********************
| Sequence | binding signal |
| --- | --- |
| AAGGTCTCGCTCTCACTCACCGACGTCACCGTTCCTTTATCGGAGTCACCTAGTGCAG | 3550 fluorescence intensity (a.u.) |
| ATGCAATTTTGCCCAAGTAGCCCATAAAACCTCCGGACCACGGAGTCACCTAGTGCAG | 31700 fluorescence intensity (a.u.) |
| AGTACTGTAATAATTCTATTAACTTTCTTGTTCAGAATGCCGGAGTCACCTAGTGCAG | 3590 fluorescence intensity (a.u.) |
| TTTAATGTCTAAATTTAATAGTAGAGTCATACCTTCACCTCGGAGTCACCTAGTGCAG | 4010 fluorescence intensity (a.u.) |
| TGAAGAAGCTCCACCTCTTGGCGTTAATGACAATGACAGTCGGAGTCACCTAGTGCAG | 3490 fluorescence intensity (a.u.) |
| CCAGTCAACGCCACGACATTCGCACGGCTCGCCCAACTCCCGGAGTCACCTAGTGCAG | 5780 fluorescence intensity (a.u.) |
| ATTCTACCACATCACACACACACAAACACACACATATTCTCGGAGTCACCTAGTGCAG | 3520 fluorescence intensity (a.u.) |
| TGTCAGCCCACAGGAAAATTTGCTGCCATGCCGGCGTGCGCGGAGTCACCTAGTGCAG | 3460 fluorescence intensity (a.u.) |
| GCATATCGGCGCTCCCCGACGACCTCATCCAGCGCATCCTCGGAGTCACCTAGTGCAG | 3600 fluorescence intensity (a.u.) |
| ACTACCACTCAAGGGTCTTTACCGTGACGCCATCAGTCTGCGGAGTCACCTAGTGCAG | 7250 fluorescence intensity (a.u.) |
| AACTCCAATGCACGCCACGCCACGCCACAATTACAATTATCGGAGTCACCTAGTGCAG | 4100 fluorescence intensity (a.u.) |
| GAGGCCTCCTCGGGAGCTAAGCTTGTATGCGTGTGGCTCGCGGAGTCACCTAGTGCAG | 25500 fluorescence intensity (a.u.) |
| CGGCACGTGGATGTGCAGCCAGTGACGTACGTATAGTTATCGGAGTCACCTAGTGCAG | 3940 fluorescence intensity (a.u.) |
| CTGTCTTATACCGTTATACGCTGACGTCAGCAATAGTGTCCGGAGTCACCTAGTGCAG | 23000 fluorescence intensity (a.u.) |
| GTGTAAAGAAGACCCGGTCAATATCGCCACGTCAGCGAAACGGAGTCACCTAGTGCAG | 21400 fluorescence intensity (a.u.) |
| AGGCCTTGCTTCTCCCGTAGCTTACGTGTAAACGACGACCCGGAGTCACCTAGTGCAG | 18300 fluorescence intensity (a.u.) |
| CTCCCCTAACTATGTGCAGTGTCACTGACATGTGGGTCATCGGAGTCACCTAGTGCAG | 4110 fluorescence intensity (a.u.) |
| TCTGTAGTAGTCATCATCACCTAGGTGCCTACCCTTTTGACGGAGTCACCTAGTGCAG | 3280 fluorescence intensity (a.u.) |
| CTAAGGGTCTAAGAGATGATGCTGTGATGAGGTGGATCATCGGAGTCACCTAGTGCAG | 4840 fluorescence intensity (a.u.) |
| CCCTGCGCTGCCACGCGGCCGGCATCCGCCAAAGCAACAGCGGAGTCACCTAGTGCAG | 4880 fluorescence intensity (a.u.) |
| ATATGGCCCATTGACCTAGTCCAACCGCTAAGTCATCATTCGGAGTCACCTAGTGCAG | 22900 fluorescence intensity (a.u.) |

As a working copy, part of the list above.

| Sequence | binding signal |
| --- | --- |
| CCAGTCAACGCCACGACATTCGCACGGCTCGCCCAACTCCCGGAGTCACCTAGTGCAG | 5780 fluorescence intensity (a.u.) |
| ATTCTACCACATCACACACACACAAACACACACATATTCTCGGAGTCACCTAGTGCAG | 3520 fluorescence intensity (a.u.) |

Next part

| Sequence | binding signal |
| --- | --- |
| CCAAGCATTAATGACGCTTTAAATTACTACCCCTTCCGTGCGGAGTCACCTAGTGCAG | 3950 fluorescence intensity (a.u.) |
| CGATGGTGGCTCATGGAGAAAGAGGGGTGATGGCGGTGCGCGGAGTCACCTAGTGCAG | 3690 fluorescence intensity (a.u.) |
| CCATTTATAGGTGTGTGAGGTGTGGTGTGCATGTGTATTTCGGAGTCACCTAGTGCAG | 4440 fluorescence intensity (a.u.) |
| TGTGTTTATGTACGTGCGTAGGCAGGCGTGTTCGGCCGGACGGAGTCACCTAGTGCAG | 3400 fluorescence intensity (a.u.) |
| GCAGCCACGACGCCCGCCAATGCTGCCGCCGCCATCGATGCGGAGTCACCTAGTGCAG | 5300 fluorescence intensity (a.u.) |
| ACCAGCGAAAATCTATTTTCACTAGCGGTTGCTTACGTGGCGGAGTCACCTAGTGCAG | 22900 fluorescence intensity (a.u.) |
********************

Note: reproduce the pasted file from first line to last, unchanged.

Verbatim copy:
| Sequence | binding signal |
| --- | --- |
| AAGGTCTCGCTCTCACTCACCGACGTCACCGTTCCTTTATCGGAGTCACCTAGTGCAG | 3550 fluorescence intensity (a.u.) |
| ATGCAATTTTGCCCAAGTAGCCCATAAAACCTCCGGACCACGGAGTCACCTAGTGCAG | 31700 fluorescence intensity (a.u.) |
| AGTACTGTAATAATTCTATTAACTTTCTTGTTCAGAATGCCGGAGTCACCTAGTGCAG | 3590 fluorescence intensity (a.u.) |
| TTTAATGTCTAAATTTAATAGTAGAGTCATACCTTCACCTCGGAGTCACCTAGTGCAG | 4010 fluorescence intensity (a.u.) |
| TGAAGAAGCTCCACCTCTTGGCGTTAATGACAATGACAGTCGGAGTCACCTAGTGCAG | 3490 fluorescence intensity (a.u.) |
| CCAGTCAACGCCACGACATTCGCACGGCTCGCCCAACTCCCGGAGTCACCTAGTGCAG | 5780 fluorescence intensity (a.u.) |
| ATTCTACCACATCACACACACACAAACACACACATATTCTCGGAGTCACCTAGTGCAG | 3520 fluorescence intensity (a.u.) |
| TGTCAGCCCACAGGAAAATTTGCTGCCATGCCGGCGTGCGCGGAGTCACCTAGTGCAG | 3460 fluorescence intensity (a.u.) |
| GCATATCGGCGCTCCCCGACGACCTCATCCAGCGCATCCTCGGAGTCACCTAGTGCAG | 3600 fluorescence intensity (a.u.) |
| ACTACCACTCAAGGGTCTTTACCGTGACGCCATCAGTCTGCGGAGTCACCTAGTGCAG | 7250 fluorescence intensity (a.u.) |
| AACTCCAATGCACGCCACGCCACGCCACAATTACAATTATCGGAGTCACCTAGTGCAG | 4100 fluorescence intensity (a.u.) |
| GAGGCCTCCTCGGGAGCTAAGCTTGTATGCGTGTGGCTCGCGGAGTCACCTAGTGCAG | 25500 fluorescence intensity (a.u.) |
| CGGCACGTGGATGTGCAGCCAGTGACGTACGTATAGTTATCGGAGTCACCTAGTGCAG | 3940 fluorescence intensity (a.u.) |
| CTGTCTTATACCGTTATACGCTGACGTCAGCAATAGTGTCCGGAGTCACCTAGTGCAG | 23000 fluorescence intensity (a.u.) |
| GTGTAAAGAAGACCCGGTCAATATCGCCACGTCAGCGAAACGGAGTCACCTAGTGCAG | 21400 fluorescence intensity (a.u.) |
| AGGCCTTGCTTCTCCCGTAGCTTACGTGTAAACGACGACCCGGAGTCACCTAGTGCAG | 18300 fluorescence intensity (a.u.) |
| CTCCCCTAACTATGTGCAGTGTCACTGACATGTGGGTCATCGGAGTCACCTAGTGCAG | 4110 fluorescence intensity (a.u.) |
| TCTGTAGTAGTCATCATCACCTAGGTGCCTACCCTTTTGACGGAGTCACCTAGTGCAG | 3280 fluorescence intensity (a.u.) |
| CTAAGGGTCTAAGAGATGATGCTGTGATGAGGTGGATCATCGGAGTCACCTAGTGCAG | 4840 fluorescence intensity (a.u.) |
| CCCTGCGCTGCCACGCGGCCGGCATCCGCCAAAGCAACAGCGGAGTCACCTAGTGCAG | 4880 fluorescence intensity (a.u.) |
| ATATGGCCCATTGACCTAGTCCAACCGCTAAGTCATCATTCGGAGTCACCTAGTGCAG | 22900 fluorescence intensity (a.u.) |

As a working copy, part of the list above.

| Sequence | binding signal |
| --- | --- |
| CCAGTCAACGCCACGACATTCGCACGGCTCGCCCAACTCCCGGAGTCACCTAGTGCAG | 5780 fluorescence intensity (a.u.) |
| ATTCTACCACATCACACACACACAAACACACACATATTCTCGGAGTCACCTAGTGCAG | 3520 fluorescence intensity (a.u.) |

Next part

| Sequence | binding signal |
| --- | --- |
| CCAAGCATTAATGACGCTTTAAATTACTACCCCTTCCGTGCGGAGTCACCTAGTGCAG | 3950 fluorescence intensity (a.u.) |
| CGATGGTGGCTCATGGAGAAAGAGGGGTGATGGCGGTGCGCGGAGTCACCTAGTGCAG | 3690 fluorescence intensity (a.u.) |
| CCATTTATAGGTGTGTGAGGTGTGGTGTGCATGTGTATTTCGGAGTCACCTAGTGCAG | 4440 fluorescence intensity (a.u.) |
| TGTGTTTATGTACGTGCGTAGGCAGGCGTGTTCGGCCGGACGGAGTCACCTAGTGCAG | 3400 fluorescence intensity (a.u.) |
| GCAGCCACGACGCCCGCCAATGCTGCCGCCGCCATCGATGCGGAGTCACCTAGTGCAG | 5300 fluorescence intensity (a.u.) |
| ACCAGCGAAAATCTATTTTCACTAGCGGTTGCTTACGTGGCGGAGTCACCTAGTGCAG | 22900 fluorescence intensity (a.u.) |